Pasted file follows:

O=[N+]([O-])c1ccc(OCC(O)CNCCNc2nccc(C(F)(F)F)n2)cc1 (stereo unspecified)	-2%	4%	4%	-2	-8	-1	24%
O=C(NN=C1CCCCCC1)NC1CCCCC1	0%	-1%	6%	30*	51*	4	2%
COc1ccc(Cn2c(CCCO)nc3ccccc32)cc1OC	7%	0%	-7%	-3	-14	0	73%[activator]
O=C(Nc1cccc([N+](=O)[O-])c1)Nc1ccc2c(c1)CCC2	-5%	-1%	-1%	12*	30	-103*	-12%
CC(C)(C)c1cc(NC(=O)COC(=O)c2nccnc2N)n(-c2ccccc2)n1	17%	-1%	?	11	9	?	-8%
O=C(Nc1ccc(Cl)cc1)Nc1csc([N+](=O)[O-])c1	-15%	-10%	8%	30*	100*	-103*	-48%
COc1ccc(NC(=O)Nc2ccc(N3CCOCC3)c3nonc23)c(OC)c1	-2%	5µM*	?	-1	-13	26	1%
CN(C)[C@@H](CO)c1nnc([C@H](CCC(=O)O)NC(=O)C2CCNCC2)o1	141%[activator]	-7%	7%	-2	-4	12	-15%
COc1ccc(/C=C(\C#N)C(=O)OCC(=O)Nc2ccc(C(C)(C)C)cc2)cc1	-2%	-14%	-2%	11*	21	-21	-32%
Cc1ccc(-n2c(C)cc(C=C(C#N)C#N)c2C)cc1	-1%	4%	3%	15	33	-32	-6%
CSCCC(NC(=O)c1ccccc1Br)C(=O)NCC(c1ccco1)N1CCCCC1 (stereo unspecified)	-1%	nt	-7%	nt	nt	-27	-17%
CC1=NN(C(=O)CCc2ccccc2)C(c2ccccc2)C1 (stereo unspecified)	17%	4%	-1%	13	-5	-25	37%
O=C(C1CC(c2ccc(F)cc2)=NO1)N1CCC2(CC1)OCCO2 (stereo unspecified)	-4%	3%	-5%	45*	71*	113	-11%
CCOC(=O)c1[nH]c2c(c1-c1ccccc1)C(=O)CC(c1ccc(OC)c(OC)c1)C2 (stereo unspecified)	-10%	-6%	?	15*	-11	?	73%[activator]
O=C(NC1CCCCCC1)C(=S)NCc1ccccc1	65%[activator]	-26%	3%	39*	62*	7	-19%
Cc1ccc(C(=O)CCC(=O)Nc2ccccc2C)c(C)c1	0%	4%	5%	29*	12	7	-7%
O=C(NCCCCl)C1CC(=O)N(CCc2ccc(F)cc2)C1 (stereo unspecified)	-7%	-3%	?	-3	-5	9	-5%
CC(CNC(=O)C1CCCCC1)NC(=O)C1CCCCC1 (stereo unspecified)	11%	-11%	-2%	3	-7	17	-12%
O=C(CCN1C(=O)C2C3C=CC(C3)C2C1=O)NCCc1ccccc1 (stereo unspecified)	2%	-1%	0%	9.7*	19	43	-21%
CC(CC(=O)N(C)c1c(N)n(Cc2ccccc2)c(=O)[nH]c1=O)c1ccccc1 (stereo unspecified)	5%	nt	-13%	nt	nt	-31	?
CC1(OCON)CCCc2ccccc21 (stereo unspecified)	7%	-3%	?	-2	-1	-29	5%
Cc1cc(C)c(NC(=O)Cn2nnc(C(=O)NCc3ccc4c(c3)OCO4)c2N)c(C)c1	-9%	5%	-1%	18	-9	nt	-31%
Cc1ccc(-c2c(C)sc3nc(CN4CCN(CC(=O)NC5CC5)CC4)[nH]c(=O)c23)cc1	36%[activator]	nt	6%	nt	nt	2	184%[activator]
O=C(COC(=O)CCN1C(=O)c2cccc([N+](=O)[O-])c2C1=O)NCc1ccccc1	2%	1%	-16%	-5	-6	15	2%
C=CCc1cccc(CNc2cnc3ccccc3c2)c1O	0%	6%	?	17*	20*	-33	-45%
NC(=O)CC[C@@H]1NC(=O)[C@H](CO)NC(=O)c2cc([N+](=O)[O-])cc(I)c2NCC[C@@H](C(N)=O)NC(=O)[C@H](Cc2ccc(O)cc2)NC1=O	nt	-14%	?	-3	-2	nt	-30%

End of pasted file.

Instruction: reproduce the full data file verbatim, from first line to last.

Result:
O=[N+]([O-])c1ccc(OCC(O)CNCCNc2nccc(C(F)(F)F)n2)cc1 (stereo unspecified)	-2%	4%	4%	-2	-8	-1	24%
O=C(NN=C1CCCCCC1)NC1CCCCC1	0%	-1%	6%	30*	51*	4	2%
COc1ccc(Cn2c(CCCO)nc3ccccc32)cc1OC	7%	0%	-7%	-3	-14	0	73%[activator]
O=C(Nc1cccc([N+](=O)[O-])c1)Nc1ccc2c(c1)CCC2	-5%	-1%	-1%	12*	30	-103*	-12%
CC(C)(C)c1cc(NC(=O)COC(=O)c2nccnc2N)n(-c2ccccc2)n1	17%	-1%	?	11	9	?	-8%
O=C(Nc1ccc(Cl)cc1)Nc1csc([N+](=O)[O-])c1	-15%	-10%	8%	30*	100*	-103*	-48%
COc1ccc(NC(=O)Nc2ccc(N3CCOCC3)c3nonc23)c(OC)c1	-2%	5µM*	?	-1	-13	26	1%
CN(C)[C@@H](CO)c1nnc([C@H](CCC(=O)O)NC(=O)C2CCNCC2)o1	141%[activator]	-7%	7%	-2	-4	12	-15%
COc1ccc(/C=C(\C#N)C(=O)OCC(=O)Nc2ccc(C(C)(C)C)cc2)cc1	-2%	-14%	-2%	11*	21	-21	-32%
Cc1ccc(-n2c(C)cc(C=C(C#N)C#N)c2C)cc1	-1%	4%	3%	15	33	-32	-6%
CSCCC(NC(=O)c1ccccc1Br)C(=O)NCC(c1ccco1)N1CCCCC1 (stereo unspecified)	-1%	nt	-7%	nt	nt	-27	-17%
CC1=NN(C(=O)CCc2ccccc2)C(c2ccccc2)C1 (stereo unspecified)	17%	4%	-1%	13	-5	-25	37%
O=C(C1CC(c2ccc(F)cc2)=NO1)N1CCC2(CC1)OCCO2 (stereo unspecified)	-4%	3%	-5%	45*	71*	113	-11%
CCOC(=O)c1[nH]c2c(c1-c1ccccc1)C(=O)CC(c1ccc(OC)c(OC)c1)C2 (stereo unspecified)	-10%	-6%	?	15*	-11	?	73%[activator]
O=C(NC1CCCCCC1)C(=S)NCc1ccccc1	65%[activator]	-26%	3%	39*	62*	7	-19%
Cc1ccc(C(=O)CCC(=O)Nc2ccccc2C)c(C)c1	0%	4%	5%	29*	12	7	-7%
O=C(NCCCCl)C1CC(=O)N(CCc2ccc(F)cc2)C1 (stereo unspecified)	-7%	-3%	?	-3	-5	9	-5%
CC(CNC(=O)C1CCCCC1)NC(=O)C1CCCCC1 (stereo unspecified)	11%	-11%	-2%	3	-7	17	-12%
O=C(CCN1C(=O)C2C3C=CC(C3)C2C1=O)NCCc1ccccc1 (stereo unspecified)	2%	-1%	0%	9.7*	19	43	-21%
CC(CC(=O)N(C)c1c(N)n(Cc2ccccc2)c(=O)[nH]c1=O)c1ccccc1 (stereo unspecified)	5%	nt	-13%	nt	nt	-31	?
CC1(OCON)CCCc2ccccc21 (stereo unspecified)	7%	-3%	?	-2	-1	-29	5%
Cc1cc(C)c(NC(=O)Cn2nnc(C(=O)NCc3ccc4c(c3)OCO4)c2N)c(C)c1	-9%	5%	-1%	18	-9	nt	-31%
Cc1ccc(-c2c(C)sc3nc(CN4CCN(CC(=O)NC5CC5)CC4)[nH]c(=O)c23)cc1	36%[activator]	nt	6%	nt	nt	2	184%[activator]
O=C(COC(=O)CCN1C(=O)c2cccc([N+](=O)[O-])c2C1=O)NCc1ccccc1	2%	1%	-16%	-5	-6	15	2%
C=CCc1cccc(CNc2cnc3ccccc3c2)c1O	0%	6%	?	17*	20*	-33	-45%
NC(=O)CC[C@@H]1NC(=O)[C@H](CO)NC(=O)c2cc([N+](=O)[O-])cc(I)c2NCC[C@@H](C(N)=O)NC(=O)[C@H](Cc2ccc(O)cc2)NC1=O	nt	-14%	?	-3	-2	nt	-30%